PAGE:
But I didn’t. I was playing with the thought of giving up, but I didn’t want to tell my coach that I hadn’t followed through. So I carried on — but with the obsession of comfort eating.
Food became my main source of consolation in my teens, and the overeating that followed had devastating effects on my life. I’ve wholeheartedly worked over the last few years to liberate myself from this destructive relationship with food. It was therefore disappointing and painful to find myself at this retreat, half a lifetime later, feeling just as vulnerable and empty as I’d been at age fifteen. So not only did I feel utter loneliness and misery, but I also felt like a failure for wanting to comfort eat.
Because indulging in food was not really on the silent retreat’s agenda. The opposite: we were practising “mindful eating” by eating slowly in silence. I became painfully aware of how I usually eat with little attention to the food — quickly, preferably while reading some gossip blog. Without my computer or phone next to me at the table at the retreat, I felt almost handicapped. And then there was my urge to eat for consolation…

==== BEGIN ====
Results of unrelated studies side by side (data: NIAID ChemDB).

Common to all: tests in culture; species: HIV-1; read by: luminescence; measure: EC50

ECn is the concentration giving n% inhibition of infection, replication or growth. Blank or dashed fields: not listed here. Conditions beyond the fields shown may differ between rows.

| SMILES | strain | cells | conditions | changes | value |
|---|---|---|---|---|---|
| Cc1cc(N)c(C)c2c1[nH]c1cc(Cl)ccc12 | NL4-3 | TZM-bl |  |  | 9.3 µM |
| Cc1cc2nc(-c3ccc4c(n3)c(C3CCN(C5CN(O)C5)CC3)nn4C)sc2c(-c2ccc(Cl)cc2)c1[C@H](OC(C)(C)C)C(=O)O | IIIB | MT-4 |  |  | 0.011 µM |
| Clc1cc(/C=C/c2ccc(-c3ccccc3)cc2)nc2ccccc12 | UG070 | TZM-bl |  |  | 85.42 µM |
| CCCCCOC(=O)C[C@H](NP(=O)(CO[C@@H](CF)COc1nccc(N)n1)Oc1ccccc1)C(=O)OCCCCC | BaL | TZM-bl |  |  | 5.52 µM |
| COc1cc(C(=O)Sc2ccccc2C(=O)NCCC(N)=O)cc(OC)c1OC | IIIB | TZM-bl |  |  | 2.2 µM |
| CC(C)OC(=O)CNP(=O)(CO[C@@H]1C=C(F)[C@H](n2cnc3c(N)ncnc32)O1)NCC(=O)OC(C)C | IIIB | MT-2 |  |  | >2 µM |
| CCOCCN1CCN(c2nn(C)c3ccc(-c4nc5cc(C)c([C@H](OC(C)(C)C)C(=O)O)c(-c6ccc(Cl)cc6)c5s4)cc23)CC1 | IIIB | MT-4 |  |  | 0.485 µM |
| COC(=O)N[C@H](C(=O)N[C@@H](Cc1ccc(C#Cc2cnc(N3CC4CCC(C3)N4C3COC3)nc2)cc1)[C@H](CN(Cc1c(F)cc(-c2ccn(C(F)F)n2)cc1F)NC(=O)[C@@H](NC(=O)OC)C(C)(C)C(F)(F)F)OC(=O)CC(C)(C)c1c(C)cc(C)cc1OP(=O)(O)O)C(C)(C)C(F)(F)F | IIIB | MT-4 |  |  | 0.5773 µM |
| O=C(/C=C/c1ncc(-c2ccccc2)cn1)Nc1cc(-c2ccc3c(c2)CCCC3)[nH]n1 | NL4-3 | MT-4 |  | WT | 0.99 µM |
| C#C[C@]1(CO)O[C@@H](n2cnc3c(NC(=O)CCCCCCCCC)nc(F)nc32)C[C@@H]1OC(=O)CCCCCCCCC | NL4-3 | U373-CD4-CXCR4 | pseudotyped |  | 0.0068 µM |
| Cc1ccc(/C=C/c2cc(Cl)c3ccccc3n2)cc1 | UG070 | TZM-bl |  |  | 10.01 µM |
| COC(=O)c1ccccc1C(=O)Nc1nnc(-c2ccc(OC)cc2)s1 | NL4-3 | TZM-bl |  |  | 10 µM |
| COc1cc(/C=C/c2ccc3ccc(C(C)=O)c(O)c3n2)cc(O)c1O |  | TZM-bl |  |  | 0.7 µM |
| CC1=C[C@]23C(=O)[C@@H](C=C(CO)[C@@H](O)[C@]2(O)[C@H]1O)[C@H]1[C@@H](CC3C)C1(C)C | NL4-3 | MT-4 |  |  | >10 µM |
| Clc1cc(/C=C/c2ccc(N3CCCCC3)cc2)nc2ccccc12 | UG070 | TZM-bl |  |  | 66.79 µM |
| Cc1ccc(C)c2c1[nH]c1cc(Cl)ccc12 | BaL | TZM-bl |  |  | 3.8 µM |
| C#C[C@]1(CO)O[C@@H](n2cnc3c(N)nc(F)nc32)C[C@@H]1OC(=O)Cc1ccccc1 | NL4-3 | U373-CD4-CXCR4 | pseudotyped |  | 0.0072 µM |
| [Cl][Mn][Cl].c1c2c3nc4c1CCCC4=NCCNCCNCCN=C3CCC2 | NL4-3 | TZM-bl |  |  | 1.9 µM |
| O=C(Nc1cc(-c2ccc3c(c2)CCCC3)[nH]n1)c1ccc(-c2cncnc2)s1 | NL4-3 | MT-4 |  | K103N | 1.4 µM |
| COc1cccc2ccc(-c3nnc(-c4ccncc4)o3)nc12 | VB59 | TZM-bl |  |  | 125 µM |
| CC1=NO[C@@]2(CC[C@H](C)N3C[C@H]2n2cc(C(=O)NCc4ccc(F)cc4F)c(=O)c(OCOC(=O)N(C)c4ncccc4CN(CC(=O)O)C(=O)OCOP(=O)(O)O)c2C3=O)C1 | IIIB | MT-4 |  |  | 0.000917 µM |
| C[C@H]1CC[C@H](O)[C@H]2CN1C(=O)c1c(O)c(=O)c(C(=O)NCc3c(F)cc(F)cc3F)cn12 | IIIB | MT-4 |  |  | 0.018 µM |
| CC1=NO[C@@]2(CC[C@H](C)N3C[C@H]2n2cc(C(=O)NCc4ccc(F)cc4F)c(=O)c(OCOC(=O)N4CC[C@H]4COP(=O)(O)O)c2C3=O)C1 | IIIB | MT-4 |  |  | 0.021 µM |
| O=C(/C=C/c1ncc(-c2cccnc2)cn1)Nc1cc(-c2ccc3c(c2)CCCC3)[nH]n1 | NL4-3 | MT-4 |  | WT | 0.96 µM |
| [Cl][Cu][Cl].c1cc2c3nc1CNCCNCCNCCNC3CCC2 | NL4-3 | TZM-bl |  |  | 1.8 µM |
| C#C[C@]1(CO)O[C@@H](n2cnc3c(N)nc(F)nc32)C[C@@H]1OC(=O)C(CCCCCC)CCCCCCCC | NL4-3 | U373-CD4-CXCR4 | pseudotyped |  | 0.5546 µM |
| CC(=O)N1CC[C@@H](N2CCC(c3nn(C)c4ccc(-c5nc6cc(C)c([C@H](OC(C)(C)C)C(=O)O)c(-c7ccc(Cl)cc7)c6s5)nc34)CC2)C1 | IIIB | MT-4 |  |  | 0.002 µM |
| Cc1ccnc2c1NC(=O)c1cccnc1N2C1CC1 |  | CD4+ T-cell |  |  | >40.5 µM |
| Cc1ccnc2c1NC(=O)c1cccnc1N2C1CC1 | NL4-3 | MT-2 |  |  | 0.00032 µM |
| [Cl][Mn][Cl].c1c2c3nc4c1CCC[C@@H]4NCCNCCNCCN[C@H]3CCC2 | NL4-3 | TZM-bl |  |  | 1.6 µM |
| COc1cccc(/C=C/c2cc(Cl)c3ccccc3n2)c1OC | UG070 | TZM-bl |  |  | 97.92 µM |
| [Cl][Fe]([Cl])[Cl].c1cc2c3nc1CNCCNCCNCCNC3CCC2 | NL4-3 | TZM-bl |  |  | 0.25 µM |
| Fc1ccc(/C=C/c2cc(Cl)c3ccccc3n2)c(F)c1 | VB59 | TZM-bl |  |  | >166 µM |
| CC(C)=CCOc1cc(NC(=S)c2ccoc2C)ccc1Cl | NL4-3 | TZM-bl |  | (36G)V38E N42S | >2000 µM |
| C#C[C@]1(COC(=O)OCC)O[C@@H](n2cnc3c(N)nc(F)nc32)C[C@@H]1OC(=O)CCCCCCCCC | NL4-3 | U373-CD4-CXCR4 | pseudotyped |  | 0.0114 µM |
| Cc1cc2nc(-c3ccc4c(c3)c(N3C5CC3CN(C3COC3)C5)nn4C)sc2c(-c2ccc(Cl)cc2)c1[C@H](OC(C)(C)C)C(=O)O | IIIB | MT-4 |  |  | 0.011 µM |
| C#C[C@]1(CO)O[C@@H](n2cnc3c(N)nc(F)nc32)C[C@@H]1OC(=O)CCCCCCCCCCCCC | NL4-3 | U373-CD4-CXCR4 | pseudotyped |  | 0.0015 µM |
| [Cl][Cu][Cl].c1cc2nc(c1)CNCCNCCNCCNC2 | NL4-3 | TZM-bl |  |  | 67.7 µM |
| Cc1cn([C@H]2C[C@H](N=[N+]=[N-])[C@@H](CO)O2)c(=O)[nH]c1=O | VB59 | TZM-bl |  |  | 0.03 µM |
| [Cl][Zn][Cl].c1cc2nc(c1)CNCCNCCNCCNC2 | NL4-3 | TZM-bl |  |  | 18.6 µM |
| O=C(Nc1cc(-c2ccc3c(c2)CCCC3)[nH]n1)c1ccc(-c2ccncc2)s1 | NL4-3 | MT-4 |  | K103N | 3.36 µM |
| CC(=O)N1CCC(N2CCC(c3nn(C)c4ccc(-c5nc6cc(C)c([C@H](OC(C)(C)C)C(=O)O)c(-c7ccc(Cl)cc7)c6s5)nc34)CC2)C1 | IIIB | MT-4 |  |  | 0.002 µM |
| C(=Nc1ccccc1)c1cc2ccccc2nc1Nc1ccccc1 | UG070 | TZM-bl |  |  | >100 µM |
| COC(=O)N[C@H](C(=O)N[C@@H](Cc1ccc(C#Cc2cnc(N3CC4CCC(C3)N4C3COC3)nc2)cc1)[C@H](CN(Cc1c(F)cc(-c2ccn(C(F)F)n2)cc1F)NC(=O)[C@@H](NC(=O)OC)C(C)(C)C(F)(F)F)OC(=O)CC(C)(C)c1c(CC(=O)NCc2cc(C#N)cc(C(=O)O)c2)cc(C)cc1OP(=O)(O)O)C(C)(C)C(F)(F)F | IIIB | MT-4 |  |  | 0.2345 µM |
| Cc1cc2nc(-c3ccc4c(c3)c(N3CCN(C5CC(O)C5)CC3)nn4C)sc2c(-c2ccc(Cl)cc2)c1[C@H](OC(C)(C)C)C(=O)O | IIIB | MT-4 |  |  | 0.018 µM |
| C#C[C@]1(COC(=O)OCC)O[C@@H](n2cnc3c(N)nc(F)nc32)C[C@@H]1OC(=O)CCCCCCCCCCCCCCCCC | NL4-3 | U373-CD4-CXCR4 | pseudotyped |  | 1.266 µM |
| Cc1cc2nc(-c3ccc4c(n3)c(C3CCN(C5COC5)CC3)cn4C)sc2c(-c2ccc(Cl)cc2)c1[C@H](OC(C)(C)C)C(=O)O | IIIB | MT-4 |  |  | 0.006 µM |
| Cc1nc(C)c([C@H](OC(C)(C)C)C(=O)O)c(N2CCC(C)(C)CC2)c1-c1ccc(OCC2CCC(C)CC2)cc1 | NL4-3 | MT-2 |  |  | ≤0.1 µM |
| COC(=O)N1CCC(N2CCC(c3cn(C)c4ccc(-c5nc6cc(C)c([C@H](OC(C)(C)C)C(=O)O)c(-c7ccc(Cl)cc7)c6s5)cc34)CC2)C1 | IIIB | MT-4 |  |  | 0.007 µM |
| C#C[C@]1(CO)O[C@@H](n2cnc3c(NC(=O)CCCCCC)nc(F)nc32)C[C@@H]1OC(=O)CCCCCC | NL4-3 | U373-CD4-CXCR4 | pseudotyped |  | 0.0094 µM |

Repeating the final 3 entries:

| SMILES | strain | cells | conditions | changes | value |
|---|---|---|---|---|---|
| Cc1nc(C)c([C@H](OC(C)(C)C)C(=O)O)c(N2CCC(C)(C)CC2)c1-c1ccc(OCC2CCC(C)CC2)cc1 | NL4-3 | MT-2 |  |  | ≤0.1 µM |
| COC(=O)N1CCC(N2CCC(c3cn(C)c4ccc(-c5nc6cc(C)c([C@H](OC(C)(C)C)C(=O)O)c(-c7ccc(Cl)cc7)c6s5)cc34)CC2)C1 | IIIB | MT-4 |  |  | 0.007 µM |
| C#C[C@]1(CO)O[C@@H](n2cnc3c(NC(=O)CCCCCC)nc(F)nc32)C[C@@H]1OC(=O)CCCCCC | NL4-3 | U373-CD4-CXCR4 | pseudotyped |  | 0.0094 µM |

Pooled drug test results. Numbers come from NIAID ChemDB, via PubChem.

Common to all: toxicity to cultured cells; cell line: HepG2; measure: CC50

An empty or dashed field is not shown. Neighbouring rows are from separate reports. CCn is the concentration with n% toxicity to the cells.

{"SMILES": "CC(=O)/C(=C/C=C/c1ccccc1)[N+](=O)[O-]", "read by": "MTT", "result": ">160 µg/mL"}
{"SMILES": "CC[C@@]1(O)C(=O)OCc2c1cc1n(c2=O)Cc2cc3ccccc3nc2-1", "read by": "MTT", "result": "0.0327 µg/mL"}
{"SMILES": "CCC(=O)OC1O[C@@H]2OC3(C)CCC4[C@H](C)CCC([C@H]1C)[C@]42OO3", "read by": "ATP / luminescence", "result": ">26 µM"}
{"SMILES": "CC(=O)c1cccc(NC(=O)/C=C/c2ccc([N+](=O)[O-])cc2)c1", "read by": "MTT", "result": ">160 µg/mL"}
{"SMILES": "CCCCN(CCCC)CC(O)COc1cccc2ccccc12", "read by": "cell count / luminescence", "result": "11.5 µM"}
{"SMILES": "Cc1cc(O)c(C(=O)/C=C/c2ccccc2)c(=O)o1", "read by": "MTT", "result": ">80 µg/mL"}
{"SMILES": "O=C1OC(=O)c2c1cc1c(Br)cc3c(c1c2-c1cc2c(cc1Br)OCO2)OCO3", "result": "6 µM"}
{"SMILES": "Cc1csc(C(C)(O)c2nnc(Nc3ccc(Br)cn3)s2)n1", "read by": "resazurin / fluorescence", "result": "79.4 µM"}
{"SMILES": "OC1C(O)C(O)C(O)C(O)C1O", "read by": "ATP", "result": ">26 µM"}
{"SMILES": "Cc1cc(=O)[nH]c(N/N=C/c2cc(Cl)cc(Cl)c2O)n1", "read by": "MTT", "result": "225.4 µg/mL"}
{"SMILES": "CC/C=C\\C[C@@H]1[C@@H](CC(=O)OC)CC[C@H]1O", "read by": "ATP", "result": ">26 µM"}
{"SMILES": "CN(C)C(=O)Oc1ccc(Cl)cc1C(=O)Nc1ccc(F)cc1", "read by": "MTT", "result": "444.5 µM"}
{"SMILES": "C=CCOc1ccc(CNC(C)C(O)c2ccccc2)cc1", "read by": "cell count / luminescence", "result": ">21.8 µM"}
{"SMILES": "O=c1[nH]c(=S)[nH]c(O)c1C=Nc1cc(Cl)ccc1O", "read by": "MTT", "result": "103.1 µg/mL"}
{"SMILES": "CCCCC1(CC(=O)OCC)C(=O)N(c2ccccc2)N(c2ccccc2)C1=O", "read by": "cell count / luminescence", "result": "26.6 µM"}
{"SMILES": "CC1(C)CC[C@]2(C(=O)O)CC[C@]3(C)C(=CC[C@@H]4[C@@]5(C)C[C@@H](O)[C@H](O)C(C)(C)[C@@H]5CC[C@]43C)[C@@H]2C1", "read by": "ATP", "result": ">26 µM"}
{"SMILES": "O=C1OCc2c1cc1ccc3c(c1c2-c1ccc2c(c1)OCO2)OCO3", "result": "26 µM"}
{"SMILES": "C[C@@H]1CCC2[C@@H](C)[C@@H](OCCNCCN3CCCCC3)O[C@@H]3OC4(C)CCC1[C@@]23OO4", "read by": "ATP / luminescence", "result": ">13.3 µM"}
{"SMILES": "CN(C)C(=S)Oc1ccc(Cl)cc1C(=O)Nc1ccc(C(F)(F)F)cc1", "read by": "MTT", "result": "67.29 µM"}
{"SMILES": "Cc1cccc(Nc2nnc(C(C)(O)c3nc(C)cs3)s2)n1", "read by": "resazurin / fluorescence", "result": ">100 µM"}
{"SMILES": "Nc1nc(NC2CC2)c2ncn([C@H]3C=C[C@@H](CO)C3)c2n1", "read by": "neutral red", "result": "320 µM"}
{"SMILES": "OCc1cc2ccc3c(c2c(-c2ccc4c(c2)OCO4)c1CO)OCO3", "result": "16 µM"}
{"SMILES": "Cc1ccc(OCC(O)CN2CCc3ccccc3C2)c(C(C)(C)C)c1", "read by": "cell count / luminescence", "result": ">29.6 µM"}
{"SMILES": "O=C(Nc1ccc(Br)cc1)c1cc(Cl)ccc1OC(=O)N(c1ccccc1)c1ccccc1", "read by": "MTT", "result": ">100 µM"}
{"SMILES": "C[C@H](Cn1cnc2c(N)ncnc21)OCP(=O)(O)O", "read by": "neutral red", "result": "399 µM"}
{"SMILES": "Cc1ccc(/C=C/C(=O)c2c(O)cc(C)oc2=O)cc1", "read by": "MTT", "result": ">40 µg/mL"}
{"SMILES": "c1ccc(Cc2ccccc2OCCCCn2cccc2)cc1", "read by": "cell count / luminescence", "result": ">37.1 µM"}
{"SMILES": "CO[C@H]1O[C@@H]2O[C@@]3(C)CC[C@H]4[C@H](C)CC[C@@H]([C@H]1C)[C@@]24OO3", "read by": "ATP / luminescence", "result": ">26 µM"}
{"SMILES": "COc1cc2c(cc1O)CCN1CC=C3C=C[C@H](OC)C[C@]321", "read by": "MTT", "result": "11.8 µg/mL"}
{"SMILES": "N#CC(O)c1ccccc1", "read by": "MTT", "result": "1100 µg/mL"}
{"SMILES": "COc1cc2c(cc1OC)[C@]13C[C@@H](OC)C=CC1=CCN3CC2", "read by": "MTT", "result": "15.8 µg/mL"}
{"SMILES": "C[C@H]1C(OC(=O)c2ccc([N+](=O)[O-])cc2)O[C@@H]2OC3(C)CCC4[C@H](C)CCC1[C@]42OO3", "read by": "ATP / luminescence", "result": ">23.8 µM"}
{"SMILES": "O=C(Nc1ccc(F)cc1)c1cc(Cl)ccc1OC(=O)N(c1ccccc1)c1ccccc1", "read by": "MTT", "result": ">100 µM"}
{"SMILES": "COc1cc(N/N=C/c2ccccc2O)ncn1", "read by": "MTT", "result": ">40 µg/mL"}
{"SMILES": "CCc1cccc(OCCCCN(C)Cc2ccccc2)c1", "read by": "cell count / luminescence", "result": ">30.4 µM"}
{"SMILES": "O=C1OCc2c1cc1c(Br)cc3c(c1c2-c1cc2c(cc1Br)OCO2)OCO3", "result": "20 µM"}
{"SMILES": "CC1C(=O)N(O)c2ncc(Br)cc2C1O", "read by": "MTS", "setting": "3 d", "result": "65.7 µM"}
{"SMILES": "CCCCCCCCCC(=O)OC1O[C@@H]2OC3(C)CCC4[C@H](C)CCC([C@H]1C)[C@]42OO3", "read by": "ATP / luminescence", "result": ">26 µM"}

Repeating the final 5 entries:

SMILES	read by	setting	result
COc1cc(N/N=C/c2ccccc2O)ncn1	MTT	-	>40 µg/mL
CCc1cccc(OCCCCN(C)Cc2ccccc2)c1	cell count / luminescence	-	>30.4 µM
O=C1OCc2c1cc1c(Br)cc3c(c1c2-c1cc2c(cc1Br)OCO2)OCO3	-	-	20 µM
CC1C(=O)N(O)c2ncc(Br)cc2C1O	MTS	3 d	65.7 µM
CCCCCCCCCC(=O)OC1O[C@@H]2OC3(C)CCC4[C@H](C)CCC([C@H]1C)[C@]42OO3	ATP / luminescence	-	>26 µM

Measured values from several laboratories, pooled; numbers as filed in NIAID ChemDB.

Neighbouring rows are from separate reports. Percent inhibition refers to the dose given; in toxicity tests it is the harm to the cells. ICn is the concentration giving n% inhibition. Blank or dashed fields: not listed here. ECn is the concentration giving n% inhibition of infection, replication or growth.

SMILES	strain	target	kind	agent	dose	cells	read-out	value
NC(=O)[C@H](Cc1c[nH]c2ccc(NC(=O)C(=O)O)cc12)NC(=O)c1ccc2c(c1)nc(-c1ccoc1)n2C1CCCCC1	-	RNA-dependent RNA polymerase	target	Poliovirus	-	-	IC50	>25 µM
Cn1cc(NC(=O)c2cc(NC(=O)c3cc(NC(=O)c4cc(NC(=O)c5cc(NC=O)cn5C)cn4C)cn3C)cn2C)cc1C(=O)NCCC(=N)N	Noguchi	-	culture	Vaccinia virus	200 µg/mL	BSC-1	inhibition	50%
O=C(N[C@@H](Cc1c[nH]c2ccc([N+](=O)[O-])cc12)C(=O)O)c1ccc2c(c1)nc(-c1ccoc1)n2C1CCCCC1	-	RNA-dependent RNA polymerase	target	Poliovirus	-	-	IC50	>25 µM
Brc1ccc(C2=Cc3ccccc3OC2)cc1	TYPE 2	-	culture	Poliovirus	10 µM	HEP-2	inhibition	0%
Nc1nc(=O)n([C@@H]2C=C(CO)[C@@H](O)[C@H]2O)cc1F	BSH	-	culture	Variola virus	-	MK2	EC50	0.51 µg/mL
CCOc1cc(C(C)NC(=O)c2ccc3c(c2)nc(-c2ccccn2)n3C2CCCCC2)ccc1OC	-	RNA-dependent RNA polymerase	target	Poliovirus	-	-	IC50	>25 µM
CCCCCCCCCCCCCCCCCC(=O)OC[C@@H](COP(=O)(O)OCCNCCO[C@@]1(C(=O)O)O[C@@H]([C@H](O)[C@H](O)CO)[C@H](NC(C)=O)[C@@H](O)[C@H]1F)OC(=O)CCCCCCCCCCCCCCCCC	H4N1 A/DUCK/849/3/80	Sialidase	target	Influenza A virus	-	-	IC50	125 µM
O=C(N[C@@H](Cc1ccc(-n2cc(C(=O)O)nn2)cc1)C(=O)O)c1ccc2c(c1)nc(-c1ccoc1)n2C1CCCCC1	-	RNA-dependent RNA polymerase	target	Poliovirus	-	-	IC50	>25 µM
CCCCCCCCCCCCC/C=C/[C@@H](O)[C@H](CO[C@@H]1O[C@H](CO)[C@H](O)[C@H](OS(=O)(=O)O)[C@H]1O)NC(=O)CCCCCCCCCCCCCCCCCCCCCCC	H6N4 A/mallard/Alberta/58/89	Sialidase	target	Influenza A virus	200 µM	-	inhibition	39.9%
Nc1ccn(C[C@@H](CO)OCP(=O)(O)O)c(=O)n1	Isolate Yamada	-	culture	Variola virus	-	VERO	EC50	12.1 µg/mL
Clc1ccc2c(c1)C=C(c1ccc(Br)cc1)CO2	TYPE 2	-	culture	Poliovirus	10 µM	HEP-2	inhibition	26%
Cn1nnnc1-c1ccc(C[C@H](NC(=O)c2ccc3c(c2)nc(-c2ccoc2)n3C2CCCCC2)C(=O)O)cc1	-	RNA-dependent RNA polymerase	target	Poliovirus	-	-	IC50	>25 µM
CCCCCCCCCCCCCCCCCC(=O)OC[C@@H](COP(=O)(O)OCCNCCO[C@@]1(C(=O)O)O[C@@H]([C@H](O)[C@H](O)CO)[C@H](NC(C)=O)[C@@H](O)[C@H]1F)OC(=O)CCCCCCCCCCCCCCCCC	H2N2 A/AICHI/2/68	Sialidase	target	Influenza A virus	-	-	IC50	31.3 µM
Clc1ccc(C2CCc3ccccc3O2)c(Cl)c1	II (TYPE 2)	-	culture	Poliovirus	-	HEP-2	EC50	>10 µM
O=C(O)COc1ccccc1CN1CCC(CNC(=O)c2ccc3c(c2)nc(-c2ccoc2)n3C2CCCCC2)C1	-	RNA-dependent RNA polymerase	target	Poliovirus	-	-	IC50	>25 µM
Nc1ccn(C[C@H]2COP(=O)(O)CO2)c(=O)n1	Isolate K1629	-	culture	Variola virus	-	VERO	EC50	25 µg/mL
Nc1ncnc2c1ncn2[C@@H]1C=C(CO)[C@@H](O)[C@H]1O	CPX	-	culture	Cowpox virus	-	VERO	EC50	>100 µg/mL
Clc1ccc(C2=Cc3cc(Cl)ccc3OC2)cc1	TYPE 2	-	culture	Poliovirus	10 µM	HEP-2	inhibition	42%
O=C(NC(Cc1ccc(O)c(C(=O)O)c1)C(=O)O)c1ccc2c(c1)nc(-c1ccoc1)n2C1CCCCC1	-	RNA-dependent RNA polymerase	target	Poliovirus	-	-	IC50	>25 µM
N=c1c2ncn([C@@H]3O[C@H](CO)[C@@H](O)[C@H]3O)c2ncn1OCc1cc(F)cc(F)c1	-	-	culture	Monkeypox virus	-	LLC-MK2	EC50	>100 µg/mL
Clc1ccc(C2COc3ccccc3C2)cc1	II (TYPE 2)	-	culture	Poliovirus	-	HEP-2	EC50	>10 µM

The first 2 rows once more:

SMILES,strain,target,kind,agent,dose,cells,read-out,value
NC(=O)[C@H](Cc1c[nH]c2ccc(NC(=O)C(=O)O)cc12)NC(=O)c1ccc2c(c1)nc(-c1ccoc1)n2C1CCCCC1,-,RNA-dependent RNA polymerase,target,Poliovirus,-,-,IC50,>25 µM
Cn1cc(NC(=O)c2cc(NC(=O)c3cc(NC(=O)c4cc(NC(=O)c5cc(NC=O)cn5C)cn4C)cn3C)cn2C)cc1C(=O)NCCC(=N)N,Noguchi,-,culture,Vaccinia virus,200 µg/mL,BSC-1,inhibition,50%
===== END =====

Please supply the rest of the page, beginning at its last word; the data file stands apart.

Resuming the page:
So did I practice “mindfulness” by noting my feelings with curiosity and detachment without acting on them? Not really. I must admit that I had a few slices of bread, which is the pinnacle of rock’n’roll when you’re acting out at a silent retreat. I felt awful: I was both practising old behaviour and disrespecting the mindful eating policy. And although bread munching is certainly no crime, I’m terrified of going back to my binge eating days with my health in ruins.
An exception to the rule of silence was a couple of talks with the monk and his assistant, who were teaching the meditation, to make sure that we were on track. I shared my struggle with them: that I had joined the retreat because I needed mindfulness in my life, but that I felt so far from it.
The monk’s assistant was encouraging. He said that it was wonderful that at least I knew in what area I needed to improve. I wouldn’t achieve it overnight, and who knew how long it would take. But the important thing was to stick to a daily practice and keep moving in that direction.